Inferred Determines the best start and end options to use, based on which objects you select. Point Lets you create a line using one or more points. Tangent Lets you create a line that is tangent to a curved object. At Angle Lets you create a line at an angle to a selected reference object. Along XC Creates a line parallel to the XC-axis. Along YC Creates a line parallel to the YC-axis. Along ZC Creates a line parallel to the ZC-axis. Normal Creates a line along the normal direction of a selected object.

Start Option / End Option

Options specific to a Start Option or End Option Select Object Inferred Lets you select objects to define a line's start or end points (such as curves, edges, or points) using Snap Point, and if needed, Point Constructor options. Start and end options are chosen automatically by the software based on the objects you select. Point Reference Lets you specify which coordinate system to use for the line's start or end points. An onscreen input box shows the current point position.

WCS Specifies the Work Coordinate System (WCS). Absolute Specifies the Absolute Coordinate System (ACS). CSYS Lets you select a coordinate system. Select Point

Point

Lets you select start or end points for the line using Snap Point, and if needed, Point Constructor options. If you click where there is no point, the cursor location is used. The start and end points appear as cube-shaped handles, with Point1 and Point2 labels. You can drag the point handles to new Snap Point locations. An on-screen input box is also available to let you specify a 3D coordinate location. Select CSYS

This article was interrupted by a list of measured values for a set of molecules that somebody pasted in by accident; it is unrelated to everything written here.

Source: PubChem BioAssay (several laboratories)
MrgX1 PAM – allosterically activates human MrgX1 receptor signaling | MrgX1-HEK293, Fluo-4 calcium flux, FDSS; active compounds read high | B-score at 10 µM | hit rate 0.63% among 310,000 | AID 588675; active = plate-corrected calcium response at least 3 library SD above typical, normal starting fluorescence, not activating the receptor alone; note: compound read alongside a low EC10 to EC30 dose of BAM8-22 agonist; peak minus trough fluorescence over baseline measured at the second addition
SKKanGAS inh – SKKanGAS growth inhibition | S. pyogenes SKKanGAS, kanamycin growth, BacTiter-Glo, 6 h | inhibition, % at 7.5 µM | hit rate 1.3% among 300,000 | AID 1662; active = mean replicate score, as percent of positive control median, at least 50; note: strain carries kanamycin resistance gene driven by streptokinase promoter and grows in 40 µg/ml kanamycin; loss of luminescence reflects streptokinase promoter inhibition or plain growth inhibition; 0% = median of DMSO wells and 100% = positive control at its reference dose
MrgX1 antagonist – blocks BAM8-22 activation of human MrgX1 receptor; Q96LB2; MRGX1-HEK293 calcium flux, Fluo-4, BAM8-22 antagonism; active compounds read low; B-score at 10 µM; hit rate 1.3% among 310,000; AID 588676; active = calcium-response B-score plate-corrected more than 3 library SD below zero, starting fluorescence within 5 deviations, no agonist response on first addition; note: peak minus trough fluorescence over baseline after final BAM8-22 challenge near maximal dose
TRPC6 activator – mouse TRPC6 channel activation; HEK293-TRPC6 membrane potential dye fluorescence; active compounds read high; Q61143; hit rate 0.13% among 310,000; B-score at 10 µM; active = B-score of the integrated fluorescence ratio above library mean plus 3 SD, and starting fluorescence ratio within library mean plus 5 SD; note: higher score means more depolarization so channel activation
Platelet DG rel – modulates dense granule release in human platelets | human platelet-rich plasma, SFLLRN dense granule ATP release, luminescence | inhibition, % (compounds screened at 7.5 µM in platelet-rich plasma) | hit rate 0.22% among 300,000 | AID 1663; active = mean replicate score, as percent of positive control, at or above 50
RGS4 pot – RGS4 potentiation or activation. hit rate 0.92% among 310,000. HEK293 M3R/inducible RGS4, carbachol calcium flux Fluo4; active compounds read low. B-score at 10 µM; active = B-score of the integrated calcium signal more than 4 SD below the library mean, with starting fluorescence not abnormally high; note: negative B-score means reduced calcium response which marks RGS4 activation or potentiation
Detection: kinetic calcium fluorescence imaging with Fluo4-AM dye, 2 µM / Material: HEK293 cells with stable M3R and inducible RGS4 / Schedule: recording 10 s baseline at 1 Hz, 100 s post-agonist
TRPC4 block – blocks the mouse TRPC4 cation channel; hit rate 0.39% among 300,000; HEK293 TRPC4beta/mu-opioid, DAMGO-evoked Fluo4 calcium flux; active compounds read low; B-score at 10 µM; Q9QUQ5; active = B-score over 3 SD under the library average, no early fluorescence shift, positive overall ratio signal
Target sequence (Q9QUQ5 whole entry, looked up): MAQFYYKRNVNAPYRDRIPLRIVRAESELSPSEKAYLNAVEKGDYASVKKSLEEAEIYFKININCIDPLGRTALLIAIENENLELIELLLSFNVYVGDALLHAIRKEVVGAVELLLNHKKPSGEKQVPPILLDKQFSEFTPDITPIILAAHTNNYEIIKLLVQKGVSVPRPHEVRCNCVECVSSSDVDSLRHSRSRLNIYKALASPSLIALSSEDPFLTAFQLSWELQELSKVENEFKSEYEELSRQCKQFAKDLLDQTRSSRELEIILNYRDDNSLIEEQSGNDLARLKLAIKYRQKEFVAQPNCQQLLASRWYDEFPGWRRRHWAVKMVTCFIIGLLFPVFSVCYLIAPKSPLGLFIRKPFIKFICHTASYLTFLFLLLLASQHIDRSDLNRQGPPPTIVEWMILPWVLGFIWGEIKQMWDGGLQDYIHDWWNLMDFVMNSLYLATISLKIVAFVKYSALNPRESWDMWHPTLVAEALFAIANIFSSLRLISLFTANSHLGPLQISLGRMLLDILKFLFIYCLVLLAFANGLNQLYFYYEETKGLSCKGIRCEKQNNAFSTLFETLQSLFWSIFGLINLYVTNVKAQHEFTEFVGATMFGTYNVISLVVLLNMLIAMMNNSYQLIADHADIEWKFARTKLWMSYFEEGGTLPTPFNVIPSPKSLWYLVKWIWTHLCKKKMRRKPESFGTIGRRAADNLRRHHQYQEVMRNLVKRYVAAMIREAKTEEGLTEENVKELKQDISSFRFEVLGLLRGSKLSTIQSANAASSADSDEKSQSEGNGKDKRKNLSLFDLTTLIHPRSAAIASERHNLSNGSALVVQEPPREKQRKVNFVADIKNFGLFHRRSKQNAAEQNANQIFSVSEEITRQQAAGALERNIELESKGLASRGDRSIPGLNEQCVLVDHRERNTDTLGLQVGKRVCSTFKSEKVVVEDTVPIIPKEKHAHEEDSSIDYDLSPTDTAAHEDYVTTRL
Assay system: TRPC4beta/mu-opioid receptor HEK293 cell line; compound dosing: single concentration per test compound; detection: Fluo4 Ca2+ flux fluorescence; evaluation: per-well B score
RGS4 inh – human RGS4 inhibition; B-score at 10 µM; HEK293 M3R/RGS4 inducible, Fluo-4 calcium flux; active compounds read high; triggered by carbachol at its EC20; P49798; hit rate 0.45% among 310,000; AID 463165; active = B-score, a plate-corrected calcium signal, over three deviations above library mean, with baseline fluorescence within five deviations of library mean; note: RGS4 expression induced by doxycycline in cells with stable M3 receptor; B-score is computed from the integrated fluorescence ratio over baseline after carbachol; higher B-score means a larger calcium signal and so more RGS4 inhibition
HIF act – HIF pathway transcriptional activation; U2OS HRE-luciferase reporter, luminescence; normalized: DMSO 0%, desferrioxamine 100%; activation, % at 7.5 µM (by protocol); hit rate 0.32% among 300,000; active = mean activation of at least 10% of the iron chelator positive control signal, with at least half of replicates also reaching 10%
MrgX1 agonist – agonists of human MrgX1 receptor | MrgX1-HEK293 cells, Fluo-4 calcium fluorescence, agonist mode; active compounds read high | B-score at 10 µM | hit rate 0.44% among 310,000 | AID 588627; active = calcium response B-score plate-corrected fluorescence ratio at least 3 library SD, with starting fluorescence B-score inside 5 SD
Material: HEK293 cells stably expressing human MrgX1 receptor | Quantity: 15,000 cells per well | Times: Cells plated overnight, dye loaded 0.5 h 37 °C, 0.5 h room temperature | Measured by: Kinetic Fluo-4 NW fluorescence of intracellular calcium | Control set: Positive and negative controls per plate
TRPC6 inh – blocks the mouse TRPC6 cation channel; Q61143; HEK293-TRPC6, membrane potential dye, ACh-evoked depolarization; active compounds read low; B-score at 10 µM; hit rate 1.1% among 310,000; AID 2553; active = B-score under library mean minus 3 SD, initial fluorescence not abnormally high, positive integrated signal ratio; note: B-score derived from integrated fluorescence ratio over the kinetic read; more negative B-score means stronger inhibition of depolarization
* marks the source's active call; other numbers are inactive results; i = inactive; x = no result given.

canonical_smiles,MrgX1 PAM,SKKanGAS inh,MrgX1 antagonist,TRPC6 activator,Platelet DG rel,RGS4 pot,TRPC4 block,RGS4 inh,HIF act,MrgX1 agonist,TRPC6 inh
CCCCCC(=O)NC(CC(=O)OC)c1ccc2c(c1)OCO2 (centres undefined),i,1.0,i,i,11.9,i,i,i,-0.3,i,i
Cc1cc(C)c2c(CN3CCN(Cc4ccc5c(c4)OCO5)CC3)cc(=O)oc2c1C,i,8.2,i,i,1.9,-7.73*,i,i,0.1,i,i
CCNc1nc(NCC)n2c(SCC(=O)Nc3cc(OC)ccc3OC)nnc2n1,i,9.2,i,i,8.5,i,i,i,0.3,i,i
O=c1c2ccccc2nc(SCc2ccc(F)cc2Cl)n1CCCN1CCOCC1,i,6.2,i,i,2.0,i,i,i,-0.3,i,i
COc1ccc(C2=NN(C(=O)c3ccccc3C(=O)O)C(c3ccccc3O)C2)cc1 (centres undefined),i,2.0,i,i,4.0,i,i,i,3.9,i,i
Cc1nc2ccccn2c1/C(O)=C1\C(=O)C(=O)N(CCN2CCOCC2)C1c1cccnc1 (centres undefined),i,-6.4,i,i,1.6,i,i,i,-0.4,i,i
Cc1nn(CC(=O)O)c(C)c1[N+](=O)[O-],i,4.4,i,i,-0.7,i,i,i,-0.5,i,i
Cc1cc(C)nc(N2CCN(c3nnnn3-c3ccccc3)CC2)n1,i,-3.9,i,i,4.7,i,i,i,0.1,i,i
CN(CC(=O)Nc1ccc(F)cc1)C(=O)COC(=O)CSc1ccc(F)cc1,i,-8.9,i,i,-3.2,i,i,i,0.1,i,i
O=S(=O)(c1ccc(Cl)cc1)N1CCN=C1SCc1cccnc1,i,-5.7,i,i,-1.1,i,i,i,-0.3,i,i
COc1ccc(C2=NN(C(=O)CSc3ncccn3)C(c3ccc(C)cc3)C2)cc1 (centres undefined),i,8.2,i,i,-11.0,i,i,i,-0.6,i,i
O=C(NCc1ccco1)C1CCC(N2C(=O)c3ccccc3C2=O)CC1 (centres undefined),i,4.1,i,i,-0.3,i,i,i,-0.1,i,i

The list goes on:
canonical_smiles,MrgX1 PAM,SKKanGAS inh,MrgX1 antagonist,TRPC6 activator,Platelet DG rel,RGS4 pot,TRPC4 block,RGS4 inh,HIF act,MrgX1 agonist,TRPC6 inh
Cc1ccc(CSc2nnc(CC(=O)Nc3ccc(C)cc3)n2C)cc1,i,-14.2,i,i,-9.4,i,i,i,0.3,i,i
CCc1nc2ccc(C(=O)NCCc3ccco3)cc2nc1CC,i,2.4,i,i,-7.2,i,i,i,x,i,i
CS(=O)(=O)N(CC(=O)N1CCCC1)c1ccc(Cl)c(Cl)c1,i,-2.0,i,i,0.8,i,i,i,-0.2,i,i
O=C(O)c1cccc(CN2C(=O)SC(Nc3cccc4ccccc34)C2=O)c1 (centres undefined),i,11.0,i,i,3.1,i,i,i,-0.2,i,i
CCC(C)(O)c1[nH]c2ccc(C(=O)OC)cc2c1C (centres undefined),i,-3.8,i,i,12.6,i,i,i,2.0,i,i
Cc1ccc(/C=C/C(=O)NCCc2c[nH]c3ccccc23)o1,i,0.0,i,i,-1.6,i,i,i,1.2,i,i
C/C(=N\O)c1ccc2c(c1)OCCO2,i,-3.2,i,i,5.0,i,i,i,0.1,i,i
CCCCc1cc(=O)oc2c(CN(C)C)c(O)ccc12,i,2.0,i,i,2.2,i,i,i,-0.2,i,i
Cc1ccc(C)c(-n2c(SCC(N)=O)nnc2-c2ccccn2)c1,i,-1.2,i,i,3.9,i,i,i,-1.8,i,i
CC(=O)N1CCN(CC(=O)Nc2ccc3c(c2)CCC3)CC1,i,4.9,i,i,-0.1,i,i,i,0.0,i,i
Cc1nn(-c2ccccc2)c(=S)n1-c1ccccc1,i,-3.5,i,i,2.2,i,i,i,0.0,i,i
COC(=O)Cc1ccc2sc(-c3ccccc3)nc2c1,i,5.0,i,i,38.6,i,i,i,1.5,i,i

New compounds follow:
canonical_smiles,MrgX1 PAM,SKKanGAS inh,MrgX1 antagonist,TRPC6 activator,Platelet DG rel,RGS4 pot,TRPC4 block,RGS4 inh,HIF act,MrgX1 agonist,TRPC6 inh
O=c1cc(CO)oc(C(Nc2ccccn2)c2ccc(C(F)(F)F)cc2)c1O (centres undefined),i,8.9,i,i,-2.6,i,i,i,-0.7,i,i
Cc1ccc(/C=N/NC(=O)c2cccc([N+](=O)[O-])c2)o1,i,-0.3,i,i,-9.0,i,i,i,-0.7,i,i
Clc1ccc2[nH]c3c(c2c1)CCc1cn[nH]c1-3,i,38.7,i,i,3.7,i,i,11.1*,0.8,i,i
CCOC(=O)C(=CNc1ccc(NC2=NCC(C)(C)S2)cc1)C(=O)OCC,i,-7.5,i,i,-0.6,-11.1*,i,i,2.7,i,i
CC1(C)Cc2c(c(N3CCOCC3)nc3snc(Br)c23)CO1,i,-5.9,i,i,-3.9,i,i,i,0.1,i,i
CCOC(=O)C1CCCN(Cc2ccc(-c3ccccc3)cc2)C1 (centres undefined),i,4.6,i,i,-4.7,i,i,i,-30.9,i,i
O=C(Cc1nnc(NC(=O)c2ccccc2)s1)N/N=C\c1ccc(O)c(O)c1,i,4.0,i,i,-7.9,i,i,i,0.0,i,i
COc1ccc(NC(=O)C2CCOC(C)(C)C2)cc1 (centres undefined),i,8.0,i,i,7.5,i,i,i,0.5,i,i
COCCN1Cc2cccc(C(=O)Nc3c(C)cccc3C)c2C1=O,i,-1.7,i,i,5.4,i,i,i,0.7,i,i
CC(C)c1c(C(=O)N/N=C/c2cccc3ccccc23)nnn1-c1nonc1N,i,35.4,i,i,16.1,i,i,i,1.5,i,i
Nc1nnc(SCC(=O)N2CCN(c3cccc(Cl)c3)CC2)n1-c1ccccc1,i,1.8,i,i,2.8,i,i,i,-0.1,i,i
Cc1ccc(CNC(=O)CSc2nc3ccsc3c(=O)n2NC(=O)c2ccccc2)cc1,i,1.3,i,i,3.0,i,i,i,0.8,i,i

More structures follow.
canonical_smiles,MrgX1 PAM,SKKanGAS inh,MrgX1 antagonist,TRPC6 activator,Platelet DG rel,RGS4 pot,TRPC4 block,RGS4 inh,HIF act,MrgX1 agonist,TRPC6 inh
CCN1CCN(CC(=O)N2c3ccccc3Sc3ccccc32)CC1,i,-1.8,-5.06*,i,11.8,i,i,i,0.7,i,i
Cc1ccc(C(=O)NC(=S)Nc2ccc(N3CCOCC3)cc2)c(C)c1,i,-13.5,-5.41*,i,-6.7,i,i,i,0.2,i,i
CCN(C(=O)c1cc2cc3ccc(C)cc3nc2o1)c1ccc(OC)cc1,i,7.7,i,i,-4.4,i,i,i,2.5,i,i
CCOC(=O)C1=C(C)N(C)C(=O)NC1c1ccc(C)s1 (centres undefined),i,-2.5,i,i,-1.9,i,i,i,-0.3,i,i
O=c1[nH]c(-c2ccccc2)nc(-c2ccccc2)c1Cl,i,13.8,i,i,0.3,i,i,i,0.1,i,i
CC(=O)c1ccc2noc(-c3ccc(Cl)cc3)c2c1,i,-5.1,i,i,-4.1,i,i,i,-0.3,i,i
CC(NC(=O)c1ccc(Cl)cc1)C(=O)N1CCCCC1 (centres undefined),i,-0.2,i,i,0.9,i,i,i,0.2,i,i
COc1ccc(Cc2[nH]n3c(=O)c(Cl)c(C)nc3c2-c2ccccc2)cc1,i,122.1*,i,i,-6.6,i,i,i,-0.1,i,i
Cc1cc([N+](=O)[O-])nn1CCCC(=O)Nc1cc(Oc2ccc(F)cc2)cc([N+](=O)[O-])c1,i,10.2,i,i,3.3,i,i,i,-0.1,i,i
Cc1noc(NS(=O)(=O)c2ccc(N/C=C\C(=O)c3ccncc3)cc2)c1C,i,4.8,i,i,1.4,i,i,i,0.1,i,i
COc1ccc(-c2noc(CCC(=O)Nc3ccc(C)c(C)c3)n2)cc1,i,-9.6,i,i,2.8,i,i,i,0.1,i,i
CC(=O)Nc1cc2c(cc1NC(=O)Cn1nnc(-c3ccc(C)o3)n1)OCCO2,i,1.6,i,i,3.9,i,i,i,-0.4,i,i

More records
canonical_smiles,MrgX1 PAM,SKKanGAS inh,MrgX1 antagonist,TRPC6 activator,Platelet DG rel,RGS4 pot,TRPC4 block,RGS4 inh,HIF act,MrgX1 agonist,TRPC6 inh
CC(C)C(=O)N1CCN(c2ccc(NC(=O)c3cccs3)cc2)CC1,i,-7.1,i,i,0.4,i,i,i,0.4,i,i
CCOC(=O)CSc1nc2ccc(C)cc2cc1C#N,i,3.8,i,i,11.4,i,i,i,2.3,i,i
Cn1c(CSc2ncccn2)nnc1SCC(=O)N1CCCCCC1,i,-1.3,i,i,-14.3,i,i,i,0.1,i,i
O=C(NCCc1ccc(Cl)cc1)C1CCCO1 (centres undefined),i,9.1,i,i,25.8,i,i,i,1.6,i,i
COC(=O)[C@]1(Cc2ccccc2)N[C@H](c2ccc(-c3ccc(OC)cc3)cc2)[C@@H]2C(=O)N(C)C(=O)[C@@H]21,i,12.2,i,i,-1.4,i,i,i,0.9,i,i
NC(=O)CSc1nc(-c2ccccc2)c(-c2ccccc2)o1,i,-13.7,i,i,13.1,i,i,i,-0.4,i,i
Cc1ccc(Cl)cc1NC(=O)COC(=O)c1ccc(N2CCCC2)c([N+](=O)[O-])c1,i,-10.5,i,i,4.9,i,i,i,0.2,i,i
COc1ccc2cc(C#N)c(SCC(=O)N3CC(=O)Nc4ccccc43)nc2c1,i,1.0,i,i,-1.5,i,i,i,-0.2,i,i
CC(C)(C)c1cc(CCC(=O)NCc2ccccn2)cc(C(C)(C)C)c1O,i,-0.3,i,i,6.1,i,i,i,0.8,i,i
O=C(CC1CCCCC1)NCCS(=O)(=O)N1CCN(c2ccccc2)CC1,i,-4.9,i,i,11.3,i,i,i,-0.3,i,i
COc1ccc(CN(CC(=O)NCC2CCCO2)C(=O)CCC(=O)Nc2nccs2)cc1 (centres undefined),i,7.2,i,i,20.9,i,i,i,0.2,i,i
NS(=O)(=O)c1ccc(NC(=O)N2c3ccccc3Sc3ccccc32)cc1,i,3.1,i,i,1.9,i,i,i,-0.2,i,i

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Lets you select a curved object (such as a line, arc, spline, or edge) from which a start or end point is derived and which is tangent to a specified object. A sphere-shaped tangent handle appears with a Tangent1 or Tangent2 label. Select Object Lets you select a linear reference object (a curve, edge or datum), from which an angle can be measured to draw the line from the start point. Angle Lets you specify the number of degrees to create the line, measured from the reference object. You can drag the Angle handle around the start point or type a degree value in the Angle on-screen input box or in the dialog box. A dashed reference line shows the angle as measured against the selected reference object.